After more than a year of bad news, AMD CEO Lisa Su finally has some good news about the chip shortage. Speaking with CNBC, the semiconductor executive said the the chip shortage will improve throughout the second half of 2022, though she warned that supply will remain tight until then.
Although we’ve mainly focused on the GPU shortage, the implications of the chip shortage reach much further. As Su noted in her interview at the Code Conference tech event, the semiconductor industry has always experienced peaks and valleys in balancing supply and demand. “This time, it’s different,” she noted.
It’s different for a number of reasons, but they boil down to the turmoil spurred on by the COVID-19 pandemic. The PC market grew massively at the onset of the pandemic in response to an exodus of workers from the office into the home. An ongoing trade war with China pushed business to chipmakers outside the region, too, piling on orders at factories that were already at their limit.
This is the main reason for the chip shortage — too much demand and not enough supply (or capacity to create it). It’s not the only reason for graphics card shortages, however. Cryptocurrency miners have also played a role, as the prices of coins like Ethereum have skyrocketed, making the hefty investment in a GPU (or multiple GPUs) worth it.
At the conference, Su finally acknowledged the role cryptocurrency miners have played in the shortage. “We are trying really hard to get more products to gamers; I get so many ‘Dear Lisa, can you help me get a gaming card?’ At the end of the day, we’re building for sort of consumer applications, and that’s where the focus is,” Su said, according to reporting from The Verge.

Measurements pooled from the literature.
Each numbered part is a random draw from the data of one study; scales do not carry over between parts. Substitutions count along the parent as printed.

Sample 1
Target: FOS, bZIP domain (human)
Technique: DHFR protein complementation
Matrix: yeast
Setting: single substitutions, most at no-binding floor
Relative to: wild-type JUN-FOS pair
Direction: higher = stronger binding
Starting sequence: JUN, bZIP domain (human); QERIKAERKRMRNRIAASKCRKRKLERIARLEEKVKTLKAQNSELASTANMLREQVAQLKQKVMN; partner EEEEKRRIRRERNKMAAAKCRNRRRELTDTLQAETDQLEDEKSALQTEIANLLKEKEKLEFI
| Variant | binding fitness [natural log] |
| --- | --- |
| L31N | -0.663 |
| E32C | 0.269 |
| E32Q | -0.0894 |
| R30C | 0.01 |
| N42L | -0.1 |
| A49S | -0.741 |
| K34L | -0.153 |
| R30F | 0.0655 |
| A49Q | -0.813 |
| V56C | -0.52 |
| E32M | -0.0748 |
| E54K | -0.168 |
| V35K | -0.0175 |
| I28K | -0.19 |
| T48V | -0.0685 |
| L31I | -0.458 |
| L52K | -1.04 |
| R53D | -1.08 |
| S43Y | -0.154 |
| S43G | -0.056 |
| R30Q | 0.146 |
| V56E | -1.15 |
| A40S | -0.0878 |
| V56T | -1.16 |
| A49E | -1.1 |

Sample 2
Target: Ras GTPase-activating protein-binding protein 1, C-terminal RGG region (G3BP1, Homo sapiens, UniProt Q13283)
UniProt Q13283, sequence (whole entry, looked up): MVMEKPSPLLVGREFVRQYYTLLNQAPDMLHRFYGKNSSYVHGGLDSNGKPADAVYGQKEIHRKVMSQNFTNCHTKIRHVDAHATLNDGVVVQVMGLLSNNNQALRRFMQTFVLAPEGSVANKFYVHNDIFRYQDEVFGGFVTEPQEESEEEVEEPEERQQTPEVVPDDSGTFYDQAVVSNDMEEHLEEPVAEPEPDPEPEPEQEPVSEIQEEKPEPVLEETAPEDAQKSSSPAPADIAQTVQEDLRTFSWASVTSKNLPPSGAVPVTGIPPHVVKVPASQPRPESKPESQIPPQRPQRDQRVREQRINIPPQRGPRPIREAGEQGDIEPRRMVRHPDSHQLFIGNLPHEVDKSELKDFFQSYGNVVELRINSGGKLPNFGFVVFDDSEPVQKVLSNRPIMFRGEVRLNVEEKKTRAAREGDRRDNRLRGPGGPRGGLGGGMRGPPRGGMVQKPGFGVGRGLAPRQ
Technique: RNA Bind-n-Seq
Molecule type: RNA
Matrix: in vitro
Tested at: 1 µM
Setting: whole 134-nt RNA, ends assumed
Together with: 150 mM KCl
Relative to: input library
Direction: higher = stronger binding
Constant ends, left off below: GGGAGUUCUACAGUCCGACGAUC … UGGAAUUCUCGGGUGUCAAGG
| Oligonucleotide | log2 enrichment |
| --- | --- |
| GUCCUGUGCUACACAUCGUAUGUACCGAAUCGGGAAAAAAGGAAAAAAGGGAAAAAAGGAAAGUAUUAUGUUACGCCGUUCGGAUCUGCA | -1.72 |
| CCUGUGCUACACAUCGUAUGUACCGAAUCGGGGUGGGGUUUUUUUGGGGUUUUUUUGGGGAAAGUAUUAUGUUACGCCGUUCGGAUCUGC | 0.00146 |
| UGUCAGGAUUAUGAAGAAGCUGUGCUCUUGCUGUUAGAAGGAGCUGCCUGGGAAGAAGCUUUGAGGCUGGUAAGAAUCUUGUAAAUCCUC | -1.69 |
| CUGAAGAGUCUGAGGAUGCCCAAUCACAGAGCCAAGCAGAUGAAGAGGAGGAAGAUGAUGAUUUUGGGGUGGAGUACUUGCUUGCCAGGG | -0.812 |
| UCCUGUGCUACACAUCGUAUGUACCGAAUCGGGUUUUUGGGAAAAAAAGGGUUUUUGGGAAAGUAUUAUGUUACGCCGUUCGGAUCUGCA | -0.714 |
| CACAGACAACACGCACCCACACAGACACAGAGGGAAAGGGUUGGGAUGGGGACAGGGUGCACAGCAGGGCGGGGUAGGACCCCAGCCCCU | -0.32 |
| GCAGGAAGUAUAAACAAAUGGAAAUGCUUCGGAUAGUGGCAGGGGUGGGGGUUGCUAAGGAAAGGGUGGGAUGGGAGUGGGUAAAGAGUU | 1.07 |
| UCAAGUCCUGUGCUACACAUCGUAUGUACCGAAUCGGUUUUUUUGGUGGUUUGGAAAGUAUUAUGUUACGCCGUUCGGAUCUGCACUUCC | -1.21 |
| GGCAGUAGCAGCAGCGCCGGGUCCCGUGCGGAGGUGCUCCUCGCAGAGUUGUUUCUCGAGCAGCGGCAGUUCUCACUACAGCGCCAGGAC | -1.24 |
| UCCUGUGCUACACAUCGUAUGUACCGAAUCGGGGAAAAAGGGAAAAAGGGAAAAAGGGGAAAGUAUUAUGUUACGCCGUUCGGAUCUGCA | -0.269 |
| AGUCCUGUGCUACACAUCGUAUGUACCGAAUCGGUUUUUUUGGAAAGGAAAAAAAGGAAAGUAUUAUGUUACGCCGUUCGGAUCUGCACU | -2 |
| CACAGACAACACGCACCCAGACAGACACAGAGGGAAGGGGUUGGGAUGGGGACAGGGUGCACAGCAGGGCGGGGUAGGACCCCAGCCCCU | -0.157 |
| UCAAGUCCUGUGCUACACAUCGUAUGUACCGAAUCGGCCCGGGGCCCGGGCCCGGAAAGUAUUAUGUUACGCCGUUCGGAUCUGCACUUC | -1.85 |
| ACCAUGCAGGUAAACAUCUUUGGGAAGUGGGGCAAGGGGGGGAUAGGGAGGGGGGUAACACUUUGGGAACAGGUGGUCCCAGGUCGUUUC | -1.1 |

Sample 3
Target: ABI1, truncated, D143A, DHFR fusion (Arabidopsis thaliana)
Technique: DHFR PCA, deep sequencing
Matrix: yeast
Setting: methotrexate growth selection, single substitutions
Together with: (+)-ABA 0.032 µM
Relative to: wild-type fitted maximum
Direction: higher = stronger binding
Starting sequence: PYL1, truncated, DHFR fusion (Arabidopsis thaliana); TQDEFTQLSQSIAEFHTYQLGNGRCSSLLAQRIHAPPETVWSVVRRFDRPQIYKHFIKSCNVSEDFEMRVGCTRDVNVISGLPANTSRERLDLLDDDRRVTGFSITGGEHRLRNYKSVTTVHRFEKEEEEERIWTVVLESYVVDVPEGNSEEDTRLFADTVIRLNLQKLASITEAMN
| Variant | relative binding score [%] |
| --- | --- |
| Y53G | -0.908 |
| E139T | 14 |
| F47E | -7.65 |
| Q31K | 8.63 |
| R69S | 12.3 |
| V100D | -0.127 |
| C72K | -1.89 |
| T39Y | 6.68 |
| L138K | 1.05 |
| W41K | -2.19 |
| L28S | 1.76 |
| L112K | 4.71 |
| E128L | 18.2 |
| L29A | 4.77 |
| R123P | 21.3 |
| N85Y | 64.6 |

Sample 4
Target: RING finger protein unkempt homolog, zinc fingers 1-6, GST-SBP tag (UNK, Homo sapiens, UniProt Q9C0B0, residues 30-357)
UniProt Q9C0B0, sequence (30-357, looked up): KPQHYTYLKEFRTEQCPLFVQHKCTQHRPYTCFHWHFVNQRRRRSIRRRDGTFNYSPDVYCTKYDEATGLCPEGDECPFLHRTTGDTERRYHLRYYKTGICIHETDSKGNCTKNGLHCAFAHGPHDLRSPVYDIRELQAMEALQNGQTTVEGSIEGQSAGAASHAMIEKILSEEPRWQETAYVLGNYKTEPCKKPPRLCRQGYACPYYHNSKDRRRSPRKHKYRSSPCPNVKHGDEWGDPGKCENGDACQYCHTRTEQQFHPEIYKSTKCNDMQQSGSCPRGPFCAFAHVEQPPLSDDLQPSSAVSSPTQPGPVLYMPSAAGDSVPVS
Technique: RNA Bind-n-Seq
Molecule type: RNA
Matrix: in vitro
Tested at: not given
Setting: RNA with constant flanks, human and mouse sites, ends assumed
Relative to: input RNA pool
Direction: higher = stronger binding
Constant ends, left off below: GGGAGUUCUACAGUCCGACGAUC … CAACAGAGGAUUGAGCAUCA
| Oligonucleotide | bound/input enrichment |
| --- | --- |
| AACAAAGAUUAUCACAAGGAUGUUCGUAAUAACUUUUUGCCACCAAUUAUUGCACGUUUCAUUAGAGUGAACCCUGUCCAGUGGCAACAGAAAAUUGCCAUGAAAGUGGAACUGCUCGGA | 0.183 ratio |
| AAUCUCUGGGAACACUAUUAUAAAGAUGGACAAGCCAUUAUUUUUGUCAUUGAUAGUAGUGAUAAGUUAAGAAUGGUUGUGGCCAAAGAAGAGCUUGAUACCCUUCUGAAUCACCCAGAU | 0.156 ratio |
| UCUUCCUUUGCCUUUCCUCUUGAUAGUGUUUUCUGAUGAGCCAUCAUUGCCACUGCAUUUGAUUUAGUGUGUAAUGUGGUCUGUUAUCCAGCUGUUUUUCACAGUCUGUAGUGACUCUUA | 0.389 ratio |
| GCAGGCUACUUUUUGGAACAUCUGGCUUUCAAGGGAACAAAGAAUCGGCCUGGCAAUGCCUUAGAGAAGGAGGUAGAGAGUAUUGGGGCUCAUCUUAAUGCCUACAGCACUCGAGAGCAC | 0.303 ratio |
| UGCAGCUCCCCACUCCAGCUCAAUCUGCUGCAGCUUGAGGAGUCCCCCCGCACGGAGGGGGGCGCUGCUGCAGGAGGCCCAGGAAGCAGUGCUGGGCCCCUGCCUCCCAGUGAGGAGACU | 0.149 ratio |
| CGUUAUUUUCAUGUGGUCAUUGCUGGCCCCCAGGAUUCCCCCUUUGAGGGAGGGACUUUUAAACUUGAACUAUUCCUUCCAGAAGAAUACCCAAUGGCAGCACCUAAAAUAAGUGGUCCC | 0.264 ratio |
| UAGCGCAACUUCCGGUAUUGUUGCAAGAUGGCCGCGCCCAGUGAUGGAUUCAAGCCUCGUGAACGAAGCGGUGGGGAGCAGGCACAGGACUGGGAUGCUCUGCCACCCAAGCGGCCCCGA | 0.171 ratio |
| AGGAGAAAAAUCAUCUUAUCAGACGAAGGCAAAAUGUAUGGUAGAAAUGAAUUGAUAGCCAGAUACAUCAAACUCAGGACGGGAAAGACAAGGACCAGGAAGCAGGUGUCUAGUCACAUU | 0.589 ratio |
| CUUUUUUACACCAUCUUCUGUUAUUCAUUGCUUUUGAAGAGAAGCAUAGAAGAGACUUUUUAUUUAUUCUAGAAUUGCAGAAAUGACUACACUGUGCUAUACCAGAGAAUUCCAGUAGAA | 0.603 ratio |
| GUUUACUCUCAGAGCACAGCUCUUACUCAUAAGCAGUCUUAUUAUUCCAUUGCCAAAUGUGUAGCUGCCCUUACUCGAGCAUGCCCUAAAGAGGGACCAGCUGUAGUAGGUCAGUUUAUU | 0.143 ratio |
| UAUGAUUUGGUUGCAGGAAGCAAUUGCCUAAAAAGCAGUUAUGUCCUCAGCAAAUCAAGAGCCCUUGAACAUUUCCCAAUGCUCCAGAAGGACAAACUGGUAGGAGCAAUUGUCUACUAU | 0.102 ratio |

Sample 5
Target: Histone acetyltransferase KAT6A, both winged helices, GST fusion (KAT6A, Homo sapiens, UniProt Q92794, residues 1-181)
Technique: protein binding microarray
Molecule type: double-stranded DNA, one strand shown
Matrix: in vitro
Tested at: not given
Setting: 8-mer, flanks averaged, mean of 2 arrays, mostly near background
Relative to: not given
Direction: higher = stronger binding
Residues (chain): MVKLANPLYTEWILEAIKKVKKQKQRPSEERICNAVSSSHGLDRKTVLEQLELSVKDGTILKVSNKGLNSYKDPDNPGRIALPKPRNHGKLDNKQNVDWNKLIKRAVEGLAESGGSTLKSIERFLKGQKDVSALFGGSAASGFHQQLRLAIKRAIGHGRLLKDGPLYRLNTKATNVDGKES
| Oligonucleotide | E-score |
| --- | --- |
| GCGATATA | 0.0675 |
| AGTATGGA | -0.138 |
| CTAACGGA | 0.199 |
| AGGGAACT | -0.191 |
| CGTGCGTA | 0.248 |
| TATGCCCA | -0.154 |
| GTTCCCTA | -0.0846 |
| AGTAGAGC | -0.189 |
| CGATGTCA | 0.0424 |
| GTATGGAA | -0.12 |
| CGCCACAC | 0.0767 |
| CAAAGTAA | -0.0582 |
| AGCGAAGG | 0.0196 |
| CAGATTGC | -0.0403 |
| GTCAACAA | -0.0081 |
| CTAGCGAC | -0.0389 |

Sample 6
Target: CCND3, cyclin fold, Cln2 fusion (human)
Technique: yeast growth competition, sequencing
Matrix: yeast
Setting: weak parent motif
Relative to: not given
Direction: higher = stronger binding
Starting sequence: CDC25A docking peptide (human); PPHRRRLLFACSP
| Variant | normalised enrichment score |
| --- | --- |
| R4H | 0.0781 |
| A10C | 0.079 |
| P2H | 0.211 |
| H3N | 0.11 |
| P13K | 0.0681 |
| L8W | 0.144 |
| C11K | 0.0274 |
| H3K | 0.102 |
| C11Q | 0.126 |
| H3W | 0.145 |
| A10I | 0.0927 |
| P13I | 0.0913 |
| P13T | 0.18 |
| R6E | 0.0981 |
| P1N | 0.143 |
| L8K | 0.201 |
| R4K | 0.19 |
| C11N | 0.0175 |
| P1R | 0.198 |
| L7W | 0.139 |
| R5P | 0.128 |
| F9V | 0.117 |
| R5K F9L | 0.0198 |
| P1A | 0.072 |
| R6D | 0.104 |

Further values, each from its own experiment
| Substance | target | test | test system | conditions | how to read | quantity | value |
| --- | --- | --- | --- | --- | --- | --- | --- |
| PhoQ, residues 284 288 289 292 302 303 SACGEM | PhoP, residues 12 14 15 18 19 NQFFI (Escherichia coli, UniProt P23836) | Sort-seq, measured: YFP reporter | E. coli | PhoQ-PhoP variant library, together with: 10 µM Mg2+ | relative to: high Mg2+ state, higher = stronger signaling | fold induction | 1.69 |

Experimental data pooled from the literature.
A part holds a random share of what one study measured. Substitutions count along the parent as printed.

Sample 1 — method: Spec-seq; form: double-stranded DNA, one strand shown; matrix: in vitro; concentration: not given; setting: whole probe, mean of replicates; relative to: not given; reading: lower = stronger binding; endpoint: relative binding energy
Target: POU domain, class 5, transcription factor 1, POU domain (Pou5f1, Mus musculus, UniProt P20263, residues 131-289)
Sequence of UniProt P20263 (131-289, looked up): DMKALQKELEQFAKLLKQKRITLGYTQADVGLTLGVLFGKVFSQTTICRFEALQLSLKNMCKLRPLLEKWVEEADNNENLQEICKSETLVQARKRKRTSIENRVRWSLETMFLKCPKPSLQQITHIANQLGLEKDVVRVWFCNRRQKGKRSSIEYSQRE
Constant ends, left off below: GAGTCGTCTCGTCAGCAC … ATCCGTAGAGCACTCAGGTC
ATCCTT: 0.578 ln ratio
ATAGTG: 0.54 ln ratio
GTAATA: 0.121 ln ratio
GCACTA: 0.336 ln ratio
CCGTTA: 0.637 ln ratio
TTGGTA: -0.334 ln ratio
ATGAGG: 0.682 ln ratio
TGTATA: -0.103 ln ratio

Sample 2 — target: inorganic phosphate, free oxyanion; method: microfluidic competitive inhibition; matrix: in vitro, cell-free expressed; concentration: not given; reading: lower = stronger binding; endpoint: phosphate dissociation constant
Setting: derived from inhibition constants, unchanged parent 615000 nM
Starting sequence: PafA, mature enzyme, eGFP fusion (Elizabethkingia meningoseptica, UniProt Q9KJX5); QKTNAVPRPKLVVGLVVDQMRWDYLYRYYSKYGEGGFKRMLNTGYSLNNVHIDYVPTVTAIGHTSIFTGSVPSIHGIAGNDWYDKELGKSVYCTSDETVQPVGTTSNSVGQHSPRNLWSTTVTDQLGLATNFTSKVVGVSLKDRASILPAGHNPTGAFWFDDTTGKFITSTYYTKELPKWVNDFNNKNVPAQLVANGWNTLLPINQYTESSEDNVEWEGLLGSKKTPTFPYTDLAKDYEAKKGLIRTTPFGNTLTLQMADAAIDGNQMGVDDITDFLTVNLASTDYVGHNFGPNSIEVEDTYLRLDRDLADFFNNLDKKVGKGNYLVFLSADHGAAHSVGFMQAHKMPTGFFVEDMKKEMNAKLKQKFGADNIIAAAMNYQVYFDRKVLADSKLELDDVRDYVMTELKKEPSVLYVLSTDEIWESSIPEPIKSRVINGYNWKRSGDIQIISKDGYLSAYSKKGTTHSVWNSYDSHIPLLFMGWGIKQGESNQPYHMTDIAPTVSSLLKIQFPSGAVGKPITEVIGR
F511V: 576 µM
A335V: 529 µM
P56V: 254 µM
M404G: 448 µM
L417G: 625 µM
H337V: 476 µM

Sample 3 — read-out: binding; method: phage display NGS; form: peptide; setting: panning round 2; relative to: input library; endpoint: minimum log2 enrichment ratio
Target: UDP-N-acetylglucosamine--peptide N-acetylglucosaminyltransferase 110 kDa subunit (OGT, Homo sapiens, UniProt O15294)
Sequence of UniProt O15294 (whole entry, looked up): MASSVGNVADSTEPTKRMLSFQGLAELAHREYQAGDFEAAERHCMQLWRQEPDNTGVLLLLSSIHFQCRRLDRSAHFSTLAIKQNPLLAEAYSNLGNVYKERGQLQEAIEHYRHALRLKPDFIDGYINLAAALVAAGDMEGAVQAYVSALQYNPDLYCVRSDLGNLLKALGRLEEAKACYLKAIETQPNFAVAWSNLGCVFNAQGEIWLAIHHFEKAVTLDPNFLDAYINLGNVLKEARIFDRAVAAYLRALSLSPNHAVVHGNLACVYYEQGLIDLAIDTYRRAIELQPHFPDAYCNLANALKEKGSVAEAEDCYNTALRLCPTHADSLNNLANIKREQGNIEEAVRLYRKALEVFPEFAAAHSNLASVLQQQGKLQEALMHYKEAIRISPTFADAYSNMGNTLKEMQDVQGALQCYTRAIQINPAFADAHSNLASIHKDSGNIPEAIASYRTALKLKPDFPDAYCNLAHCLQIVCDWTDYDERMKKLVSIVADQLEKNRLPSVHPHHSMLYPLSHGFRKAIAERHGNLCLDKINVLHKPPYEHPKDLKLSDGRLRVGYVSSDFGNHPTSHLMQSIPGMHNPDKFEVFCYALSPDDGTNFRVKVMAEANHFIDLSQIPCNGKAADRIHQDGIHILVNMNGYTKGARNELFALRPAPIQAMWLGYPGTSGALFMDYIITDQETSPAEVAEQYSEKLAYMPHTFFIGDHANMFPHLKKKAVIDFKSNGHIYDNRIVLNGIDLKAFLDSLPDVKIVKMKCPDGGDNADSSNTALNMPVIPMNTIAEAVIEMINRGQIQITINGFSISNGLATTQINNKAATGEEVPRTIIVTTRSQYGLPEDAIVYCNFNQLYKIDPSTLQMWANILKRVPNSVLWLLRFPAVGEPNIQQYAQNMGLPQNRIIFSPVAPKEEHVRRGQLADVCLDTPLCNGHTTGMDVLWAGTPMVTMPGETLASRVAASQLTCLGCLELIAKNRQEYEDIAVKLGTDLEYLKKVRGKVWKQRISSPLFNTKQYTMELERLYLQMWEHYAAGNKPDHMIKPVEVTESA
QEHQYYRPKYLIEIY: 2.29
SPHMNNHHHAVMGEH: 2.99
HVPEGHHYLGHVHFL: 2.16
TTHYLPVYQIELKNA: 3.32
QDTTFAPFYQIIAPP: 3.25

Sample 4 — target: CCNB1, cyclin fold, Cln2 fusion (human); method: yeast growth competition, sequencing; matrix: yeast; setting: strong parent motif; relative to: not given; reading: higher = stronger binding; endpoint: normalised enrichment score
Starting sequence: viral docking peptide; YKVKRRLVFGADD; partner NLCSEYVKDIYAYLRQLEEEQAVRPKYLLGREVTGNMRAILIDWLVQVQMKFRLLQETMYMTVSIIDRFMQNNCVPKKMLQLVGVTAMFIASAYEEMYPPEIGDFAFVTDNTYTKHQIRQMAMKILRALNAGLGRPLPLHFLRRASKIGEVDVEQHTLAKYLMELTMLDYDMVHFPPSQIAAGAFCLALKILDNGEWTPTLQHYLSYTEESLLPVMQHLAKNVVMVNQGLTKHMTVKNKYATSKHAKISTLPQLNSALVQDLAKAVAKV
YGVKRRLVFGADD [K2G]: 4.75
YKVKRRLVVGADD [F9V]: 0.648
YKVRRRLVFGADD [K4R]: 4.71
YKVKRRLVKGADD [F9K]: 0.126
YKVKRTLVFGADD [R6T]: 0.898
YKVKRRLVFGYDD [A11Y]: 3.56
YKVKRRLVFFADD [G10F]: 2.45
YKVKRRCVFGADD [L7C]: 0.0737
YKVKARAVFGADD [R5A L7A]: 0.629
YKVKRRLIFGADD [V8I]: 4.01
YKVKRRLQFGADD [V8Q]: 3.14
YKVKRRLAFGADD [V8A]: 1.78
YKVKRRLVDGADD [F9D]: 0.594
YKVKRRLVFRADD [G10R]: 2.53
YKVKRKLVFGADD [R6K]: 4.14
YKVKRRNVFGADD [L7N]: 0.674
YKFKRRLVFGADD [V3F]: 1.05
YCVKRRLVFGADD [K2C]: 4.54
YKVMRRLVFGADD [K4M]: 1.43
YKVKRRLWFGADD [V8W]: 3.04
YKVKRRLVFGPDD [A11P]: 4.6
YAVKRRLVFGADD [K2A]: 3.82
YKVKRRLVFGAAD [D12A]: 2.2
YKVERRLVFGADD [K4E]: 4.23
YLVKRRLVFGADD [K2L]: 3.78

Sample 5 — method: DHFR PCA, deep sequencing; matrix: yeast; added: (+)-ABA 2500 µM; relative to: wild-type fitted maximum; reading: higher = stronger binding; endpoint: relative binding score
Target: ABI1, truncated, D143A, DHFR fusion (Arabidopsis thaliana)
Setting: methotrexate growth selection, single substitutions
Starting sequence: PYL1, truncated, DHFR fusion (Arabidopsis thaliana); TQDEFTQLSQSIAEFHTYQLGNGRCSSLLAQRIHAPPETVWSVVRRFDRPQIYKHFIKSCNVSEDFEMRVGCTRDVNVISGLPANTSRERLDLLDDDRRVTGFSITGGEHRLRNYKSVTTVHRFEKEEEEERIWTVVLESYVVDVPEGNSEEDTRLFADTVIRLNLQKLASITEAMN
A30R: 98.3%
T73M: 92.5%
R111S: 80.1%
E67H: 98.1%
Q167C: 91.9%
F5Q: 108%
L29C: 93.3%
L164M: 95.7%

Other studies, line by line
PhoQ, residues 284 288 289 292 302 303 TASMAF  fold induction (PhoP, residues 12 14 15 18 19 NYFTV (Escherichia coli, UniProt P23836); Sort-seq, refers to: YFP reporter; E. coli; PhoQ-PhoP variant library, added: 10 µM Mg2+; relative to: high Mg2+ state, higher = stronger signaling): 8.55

“The pandemic has just taken demand to a new level,” Su said.
Although it’s an acknowledgement, it’s far from a solution. Nvidia implemented Lite Hash Rate cores on its RTX 30-series graphics cards to limit the demand from crypto miners, but Su’s response is AMD’s first comment on the matter. She said that cryptocurrency sales are a small part of AMD’s business and that gamers are still the core audience, according to a report from Barron’s.
Jon Peddie Research notes something different. In a report published in June, the research outfit noted that around 25% of all GPU sales in the first part of 2021 went to crypto miners. That includes sales from AMD and rival Nvidia.
The good news is that an end to the chip shortage is in sight. The bad news is that it’s about a year away. “The pandemic has just taken demand to a new level,” Su said. Although semiconductor companies are working to improve the situation, Su notes that most of these deals take a while to materialize.
“It might take, you know, 18 to 24 months to put on a new plant, and in some cases even longer than that,” Su said, noting that many investments started about a year ago. New deals are happening, too, mainly on the back of the U.S. CHIPS for America Act. This act, passed by the Senate on June 8, 2021, includes $52 billion in investments for design, research, and manufacturing in the semiconductor industry.
AMD, along with Intel and several other semiconductor companies, have jumped on the new proposal. Still, it takes time for that money to start working. Intel announced plans to invest $20 billion in a new factory in Arizona in March, but the company only started the expansion this week.
The chip shortage has ravaged prices for cars, appliances, graphics cards, and everything in between. An end is in sight, but the impacts are still being felt today.
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